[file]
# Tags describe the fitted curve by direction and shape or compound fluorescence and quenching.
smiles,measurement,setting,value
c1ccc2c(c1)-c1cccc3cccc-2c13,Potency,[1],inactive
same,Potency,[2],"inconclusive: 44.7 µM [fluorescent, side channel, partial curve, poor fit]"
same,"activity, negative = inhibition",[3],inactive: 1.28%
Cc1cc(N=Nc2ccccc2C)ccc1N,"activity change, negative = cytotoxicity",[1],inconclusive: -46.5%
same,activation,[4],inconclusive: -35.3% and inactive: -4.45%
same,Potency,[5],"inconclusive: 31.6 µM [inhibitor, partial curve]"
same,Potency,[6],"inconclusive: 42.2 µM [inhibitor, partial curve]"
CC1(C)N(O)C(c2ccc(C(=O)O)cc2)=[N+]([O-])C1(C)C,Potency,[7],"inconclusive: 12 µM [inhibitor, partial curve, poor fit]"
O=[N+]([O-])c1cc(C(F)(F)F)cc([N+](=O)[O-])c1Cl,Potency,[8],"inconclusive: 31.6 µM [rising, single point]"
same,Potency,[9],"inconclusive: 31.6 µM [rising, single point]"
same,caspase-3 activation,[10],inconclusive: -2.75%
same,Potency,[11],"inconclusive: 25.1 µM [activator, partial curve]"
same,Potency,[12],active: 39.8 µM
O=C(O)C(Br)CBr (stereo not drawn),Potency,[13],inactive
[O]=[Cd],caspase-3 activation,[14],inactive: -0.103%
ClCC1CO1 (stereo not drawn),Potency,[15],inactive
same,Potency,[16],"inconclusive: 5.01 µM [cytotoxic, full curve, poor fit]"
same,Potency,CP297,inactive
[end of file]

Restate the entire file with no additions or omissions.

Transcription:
# Tags describe the fitted curve by direction and shape or compound fluorescence and quenching.
smiles,measurement,setting,value
c1ccc2c(c1)-c1cccc3cccc-2c13,Potency,[1],inactive
same,Potency,[2],"inconclusive: 44.7 µM [fluorescent, side channel, partial curve, poor fit]"
same,"activity, negative = inhibition",[3],inactive: 1.28%
Cc1cc(N=Nc2ccccc2C)ccc1N,"activity change, negative = cytotoxicity",[1],inconclusive: -46.5%
same,activation,[4],inconclusive: -35.3% and inactive: -4.45%
same,Potency,[5],"inconclusive: 31.6 µM [inhibitor, partial curve]"
same,Potency,[6],"inconclusive: 42.2 µM [inhibitor, partial curve]"
CC1(C)N(O)C(c2ccc(C(=O)O)cc2)=[N+]([O-])C1(C)C,Potency,[7],"inconclusive: 12 µM [inhibitor, partial curve, poor fit]"
O=[N+]([O-])c1cc(C(F)(F)F)cc([N+](=O)[O-])c1Cl,Potency,[8],"inconclusive: 31.6 µM [rising, single point]"
same,Potency,[9],"inconclusive: 31.6 µM [rising, single point]"
same,caspase-3 activation,[10],inconclusive: -2.75%
same,Potency,[11],"inconclusive: 25.1 µM [activator, partial curve]"
same,Potency,[12],active: 39.8 µM
O=C(O)C(Br)CBr (stereo not drawn),Potency,[13],inactive
[O]=[Cd],caspase-3 activation,[14],inactive: -0.103%
ClCC1CO1 (stereo not drawn),Potency,[15],inactive
same,Potency,[16],"inconclusive: 5.01 µM [cytotoxic, full curve, poor fit]"
same,Potency,CP297,inactive